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Tag Archives: Mitt Romney

Commentary: Budget Pains

It's been two weeks since the dreaded sequester took effect, and so far, the only casualty has been the White House tour. There actually have been some positives, with both parties presenting budgets. However, both the GOP budget and the Democratic plan have one major similarity: Each is dead on arrival and destined to at best be a one-house budget, which leaves the country back where it was. Setting a target for practical balance would bring us closer to reducing the deficit and with less pain.

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Markets, Commentators React to Unemployment Drop

Experts across the country wasted no time in responding to Friday's unemployment report, and the responses ranged from celebration to healthy skepticism. As pundits waged a war over the significance of the report, Capital Economics focused its view less on politics and more on its own breakdown of the data, noting that while the growth was modest, the overall report was encouraging. Wall Street also reacted, with banks and construction firms seeing stock upticks.

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Unemployment Slips Below 8% for First Time Since 2009

The nation's unemployment rate fell to 7.8 percent in September--the lowest level since January 2009--as the economy added a below-average 114,000 jobs, the Bureau of Labor Statistics (BLS) reported Friday. The 0.3 percentage point improvement in the unemployment rate is the largest since January 2011, when the unemployment rate dropped from 9.4 percent to 9.1 percent.

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Obama, Romney Spar over Dodd-Frank at First Debate

Neither Barack Obama nor Mitt Romney has seemed particularly enthusiastic about discussing housing on the national stage, but Wednesday's debates saw a brief skirmish between the two candidates about regulation for the mortgage industry. The fleeting exchange on banking and mortgage regulation comes at an apt time, as New York attorney general Eric Schneiderman filed a lawsuit earlier in the week against JPMorgan Chase over mortgage securities fraud committed by a former Bear Stearns unit.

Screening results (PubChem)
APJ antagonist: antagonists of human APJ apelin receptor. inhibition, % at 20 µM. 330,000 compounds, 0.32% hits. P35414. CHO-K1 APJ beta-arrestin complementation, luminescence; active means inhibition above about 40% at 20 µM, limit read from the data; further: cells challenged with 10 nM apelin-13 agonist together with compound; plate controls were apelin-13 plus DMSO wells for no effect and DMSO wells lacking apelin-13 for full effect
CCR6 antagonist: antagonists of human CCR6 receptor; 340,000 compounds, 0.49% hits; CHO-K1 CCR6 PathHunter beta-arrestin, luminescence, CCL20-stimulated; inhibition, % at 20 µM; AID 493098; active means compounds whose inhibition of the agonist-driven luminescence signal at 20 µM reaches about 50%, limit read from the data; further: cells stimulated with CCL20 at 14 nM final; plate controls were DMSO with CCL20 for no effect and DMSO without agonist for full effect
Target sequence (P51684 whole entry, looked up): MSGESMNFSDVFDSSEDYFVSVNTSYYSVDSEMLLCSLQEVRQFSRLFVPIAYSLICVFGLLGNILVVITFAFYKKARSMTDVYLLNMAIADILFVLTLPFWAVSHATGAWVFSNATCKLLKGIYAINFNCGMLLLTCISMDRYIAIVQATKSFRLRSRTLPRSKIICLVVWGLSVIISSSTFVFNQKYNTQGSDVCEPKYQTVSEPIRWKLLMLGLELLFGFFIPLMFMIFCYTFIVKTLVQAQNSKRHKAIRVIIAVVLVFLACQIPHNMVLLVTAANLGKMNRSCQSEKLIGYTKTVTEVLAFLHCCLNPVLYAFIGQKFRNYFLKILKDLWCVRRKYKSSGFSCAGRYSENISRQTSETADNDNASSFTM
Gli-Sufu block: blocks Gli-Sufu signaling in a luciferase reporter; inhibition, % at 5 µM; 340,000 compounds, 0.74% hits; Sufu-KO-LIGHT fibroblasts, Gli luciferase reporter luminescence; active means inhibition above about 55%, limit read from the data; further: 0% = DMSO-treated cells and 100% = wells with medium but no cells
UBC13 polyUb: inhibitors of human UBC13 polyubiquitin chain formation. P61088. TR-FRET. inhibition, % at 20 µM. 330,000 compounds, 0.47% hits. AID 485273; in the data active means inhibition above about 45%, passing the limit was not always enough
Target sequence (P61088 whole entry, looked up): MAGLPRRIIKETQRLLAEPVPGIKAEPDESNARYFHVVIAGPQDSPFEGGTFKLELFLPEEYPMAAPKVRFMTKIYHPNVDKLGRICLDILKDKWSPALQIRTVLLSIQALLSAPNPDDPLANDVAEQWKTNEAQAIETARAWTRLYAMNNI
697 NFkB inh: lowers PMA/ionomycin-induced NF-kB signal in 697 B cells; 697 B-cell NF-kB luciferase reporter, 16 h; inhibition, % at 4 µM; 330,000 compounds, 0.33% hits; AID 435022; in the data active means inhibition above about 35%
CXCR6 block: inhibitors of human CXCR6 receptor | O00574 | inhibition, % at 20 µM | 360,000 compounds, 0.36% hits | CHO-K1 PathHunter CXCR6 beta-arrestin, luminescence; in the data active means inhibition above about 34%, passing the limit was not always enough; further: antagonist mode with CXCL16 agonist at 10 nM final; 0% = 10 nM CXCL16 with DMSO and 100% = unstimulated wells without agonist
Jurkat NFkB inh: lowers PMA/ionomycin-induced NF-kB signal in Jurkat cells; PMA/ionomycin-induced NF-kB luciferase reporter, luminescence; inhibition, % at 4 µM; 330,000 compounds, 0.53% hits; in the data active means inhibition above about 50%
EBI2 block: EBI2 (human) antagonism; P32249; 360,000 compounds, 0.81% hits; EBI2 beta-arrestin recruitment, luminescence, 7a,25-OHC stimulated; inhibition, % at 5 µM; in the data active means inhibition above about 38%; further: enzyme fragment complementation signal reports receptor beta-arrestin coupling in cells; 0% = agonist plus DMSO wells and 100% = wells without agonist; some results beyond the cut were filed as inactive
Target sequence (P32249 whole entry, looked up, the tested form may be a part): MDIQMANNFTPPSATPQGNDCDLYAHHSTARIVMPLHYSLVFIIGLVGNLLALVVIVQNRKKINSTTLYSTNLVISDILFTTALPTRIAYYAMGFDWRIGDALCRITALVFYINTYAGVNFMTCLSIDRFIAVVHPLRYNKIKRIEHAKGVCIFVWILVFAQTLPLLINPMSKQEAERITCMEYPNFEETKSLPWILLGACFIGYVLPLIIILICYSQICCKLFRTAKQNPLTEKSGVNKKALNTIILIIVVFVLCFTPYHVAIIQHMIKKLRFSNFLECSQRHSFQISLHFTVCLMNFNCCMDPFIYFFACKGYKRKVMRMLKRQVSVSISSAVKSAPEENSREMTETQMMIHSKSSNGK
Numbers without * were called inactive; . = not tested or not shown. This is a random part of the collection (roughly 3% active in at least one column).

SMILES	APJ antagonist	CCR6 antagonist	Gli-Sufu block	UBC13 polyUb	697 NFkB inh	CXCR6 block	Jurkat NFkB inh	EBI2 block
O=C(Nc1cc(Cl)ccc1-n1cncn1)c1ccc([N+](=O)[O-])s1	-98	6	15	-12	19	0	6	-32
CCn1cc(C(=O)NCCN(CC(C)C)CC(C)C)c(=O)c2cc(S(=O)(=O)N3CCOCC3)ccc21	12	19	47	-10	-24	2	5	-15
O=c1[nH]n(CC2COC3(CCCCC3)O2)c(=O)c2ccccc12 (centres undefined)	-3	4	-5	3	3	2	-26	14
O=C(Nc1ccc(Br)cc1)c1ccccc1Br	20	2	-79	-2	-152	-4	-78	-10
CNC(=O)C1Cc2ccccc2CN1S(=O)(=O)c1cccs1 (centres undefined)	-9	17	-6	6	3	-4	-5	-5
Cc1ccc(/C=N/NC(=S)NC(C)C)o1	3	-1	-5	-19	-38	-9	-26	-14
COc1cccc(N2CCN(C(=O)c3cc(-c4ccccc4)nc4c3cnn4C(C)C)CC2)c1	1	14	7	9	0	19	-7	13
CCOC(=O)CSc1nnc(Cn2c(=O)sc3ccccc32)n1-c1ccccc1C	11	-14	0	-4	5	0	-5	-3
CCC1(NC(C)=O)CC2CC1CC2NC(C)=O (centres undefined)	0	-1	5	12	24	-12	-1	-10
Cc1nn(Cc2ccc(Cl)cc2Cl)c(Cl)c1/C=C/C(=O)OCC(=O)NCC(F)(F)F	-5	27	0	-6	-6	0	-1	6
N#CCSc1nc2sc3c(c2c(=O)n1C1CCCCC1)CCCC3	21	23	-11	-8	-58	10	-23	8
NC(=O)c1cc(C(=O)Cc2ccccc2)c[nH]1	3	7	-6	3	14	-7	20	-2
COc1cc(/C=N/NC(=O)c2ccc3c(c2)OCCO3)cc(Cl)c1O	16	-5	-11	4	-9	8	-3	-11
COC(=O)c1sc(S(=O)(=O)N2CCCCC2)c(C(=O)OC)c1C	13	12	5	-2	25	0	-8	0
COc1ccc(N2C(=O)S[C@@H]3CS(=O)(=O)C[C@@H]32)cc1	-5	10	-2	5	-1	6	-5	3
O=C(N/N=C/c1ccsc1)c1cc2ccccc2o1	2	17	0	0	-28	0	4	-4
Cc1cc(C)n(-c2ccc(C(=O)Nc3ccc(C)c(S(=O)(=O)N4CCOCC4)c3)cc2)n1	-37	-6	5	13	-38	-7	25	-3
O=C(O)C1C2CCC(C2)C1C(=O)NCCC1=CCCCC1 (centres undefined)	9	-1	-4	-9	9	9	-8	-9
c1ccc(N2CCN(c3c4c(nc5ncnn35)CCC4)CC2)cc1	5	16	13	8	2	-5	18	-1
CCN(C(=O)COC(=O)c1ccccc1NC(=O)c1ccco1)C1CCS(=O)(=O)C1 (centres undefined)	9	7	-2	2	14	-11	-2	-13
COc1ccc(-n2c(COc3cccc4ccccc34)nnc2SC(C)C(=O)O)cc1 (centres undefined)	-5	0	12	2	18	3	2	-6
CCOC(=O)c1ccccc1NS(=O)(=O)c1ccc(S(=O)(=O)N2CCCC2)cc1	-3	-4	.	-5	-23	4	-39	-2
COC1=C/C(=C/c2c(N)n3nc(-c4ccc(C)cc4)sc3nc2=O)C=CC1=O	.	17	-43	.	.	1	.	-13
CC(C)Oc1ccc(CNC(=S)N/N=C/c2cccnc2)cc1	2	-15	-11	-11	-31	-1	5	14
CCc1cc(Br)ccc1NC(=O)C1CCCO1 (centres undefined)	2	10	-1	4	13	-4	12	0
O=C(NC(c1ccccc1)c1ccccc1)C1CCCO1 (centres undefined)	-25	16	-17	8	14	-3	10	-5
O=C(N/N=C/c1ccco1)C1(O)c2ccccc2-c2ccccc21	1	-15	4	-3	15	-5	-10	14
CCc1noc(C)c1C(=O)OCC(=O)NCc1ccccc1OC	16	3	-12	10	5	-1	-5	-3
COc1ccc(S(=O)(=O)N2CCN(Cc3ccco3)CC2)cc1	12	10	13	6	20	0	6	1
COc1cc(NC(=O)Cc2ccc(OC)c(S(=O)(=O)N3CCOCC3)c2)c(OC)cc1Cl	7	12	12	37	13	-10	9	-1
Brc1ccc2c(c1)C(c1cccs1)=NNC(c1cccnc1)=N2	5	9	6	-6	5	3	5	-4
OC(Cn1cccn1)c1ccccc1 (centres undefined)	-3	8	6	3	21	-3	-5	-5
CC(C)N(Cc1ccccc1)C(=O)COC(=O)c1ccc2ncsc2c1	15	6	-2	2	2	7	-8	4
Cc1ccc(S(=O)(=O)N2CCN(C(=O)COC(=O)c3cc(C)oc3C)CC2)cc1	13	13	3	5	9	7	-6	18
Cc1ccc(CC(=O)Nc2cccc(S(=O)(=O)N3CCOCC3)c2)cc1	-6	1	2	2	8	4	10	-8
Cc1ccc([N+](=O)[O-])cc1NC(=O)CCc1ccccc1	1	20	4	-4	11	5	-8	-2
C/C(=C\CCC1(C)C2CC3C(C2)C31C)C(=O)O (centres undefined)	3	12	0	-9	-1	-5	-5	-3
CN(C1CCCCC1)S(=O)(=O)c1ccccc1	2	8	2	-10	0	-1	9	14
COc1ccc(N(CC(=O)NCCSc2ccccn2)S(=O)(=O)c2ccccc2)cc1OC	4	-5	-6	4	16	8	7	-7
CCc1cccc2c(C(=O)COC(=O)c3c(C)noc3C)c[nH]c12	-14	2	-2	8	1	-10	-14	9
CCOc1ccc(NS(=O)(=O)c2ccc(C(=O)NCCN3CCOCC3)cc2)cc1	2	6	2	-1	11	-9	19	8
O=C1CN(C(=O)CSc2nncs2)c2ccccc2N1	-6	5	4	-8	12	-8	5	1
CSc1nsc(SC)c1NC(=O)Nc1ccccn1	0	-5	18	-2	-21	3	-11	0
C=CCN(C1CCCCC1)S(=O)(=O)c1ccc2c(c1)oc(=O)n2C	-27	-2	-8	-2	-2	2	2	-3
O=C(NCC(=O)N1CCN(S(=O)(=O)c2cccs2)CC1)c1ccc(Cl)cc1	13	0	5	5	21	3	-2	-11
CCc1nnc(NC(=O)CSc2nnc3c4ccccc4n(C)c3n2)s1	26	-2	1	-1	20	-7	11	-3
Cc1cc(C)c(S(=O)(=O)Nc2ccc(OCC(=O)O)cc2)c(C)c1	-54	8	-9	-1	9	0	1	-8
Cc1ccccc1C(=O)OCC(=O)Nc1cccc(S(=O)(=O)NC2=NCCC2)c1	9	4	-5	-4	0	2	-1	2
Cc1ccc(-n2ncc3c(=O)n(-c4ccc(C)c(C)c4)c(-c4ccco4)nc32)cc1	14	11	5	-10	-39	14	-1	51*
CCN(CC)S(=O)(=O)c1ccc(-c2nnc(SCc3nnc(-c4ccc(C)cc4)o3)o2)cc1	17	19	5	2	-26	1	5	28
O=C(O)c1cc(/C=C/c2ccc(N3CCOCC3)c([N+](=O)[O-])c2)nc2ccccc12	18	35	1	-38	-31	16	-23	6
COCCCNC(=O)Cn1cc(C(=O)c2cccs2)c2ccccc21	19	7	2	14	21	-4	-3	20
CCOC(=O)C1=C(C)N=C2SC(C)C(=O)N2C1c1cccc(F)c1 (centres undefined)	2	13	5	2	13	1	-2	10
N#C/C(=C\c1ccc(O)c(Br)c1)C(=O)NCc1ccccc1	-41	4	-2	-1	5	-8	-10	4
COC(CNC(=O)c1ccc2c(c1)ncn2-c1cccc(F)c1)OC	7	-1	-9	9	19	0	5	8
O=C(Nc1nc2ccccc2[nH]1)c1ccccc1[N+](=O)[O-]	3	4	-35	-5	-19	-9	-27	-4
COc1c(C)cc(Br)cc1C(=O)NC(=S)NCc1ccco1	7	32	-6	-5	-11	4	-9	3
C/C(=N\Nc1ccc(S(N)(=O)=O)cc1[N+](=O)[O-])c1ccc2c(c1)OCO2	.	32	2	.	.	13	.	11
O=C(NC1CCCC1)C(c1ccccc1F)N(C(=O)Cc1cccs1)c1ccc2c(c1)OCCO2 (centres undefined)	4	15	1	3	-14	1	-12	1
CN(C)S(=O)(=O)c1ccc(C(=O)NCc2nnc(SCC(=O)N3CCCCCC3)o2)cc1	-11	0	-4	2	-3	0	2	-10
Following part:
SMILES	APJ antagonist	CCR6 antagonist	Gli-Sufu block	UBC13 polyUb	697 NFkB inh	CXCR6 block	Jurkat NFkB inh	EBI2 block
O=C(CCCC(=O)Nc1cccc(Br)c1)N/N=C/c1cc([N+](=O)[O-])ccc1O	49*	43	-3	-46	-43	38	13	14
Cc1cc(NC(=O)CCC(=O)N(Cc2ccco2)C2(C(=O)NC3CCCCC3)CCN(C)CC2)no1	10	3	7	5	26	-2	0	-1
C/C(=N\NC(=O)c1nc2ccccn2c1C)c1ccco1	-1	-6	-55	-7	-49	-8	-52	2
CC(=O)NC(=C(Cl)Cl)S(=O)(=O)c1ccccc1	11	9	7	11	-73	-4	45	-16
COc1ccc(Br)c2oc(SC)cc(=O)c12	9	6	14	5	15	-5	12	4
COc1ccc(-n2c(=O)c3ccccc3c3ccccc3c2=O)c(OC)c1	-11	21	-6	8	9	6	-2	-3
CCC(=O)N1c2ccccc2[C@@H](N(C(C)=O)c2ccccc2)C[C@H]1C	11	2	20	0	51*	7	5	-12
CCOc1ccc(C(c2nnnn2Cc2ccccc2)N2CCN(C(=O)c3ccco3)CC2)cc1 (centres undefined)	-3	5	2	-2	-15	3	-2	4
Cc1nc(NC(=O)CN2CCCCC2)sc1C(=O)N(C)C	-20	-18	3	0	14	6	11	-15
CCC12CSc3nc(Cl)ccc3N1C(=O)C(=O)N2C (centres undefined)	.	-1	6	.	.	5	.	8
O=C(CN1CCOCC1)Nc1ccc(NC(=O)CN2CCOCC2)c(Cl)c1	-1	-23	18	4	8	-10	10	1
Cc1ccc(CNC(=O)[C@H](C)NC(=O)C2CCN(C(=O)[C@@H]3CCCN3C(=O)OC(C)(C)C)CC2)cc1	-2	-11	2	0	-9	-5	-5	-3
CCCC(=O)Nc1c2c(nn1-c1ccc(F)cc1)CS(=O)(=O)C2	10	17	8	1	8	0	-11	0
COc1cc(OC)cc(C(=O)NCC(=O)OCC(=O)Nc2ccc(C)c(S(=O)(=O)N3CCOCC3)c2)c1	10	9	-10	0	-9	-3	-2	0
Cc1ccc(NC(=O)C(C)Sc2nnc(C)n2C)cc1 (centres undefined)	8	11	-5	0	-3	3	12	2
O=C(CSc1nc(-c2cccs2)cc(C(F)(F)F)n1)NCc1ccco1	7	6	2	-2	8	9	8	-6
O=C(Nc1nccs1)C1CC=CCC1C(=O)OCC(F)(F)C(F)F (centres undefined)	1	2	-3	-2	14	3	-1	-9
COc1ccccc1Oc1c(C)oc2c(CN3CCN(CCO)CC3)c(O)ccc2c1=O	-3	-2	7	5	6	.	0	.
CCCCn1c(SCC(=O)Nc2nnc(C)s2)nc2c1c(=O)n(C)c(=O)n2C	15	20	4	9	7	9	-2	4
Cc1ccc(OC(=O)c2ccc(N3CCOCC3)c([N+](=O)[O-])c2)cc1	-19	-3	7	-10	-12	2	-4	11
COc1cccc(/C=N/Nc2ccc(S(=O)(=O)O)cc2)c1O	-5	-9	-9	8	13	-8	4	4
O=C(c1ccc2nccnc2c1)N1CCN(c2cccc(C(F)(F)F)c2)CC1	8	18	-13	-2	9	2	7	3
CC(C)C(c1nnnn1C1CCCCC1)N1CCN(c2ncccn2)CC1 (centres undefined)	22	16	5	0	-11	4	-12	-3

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Romney Campaign Releases Housing Paper Amid Roundabout

With gaffes and down polls embroiling his campaign, Republican presidential nominee and former Massachusetts Gov. Mitt Romney unveiled a housing white paper on Friday to reposition his message and salvage his campaign. The document, titled ├â┬ó├óÔÇÜ┬¼├àÔÇ£Securing the American Dream and the Future of Housing,├â┬ó├óÔÇÜ┬¼├é┬Ø prescribes several conservative policy must-haves. For starters, there├â┬ó├óÔÇÜ┬¼├óÔÇ×┬ós much ado about the return of private capital to the secondary mortgage market and devolution for Fannie Mae and Freddie Mac. Oh, and jobs. Twelve million to be exact.

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Should Officials Do Away With Mortgage Interest Deduction?

Talking heads call the mortgage interest-rate deduction a sacrosanct giveaway for the tax code, a loophole as sacred for Americans as, say, Social Security or Medicare - and just as electric to politicians. But a new survey out from Zillow suggests that may not be the case anymore. According to Zillow - which notably conducted the survey with economists and real-estate experts instead of your average homeowners - 10 percent believe the mortgage interest-rate deduction should be thrown out as soon as possible, while 50 percent believe it ought to be phased out over time.

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While Candidates Avoid Housing, Five Star Speakers Engage It

Taking the stage on Thursday, speakers at the ninth annual Five Star Conference, currently underway at the Hilton Anatole in Dallas, tackled the issue most politicians evade: When and where should government intervene in the housing market? Not often, according to speakers like Jack Konyk, executive director of government affairs with Weiner Brodsky Sidman Kider, and Edward Kramer, EVP of regulatory affairs with Wolters Kluwer Financial Services. The Dodd-Frank Act took center-stage during the debate, and the Consumer Financial Protection Bureau along with it.

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Two Years in Review for the CFPB and Dodd-Frank

Financial reform advocates have two birthdays to celebrate on Saturday. This weekend marks the one-year anniversary of the watchdog Consumer Financial Protection Bureau and the two-year anniversary of the Dodd-Frank Act, the sweeping financial reform law that spawned it. Their stories run parallel to each other ├â┬ó├óÔÇÜ┬¼├óÔé¼┼ô and rightly so. The consumer bureau squeaked past partisan gridlock this time last year, just one year after Democrats, then in the majority of both houses of Congress, cleared Dodd-Frank for the president├â┬ó├óÔÇÜ┬¼├óÔÇ×┬ós signature.

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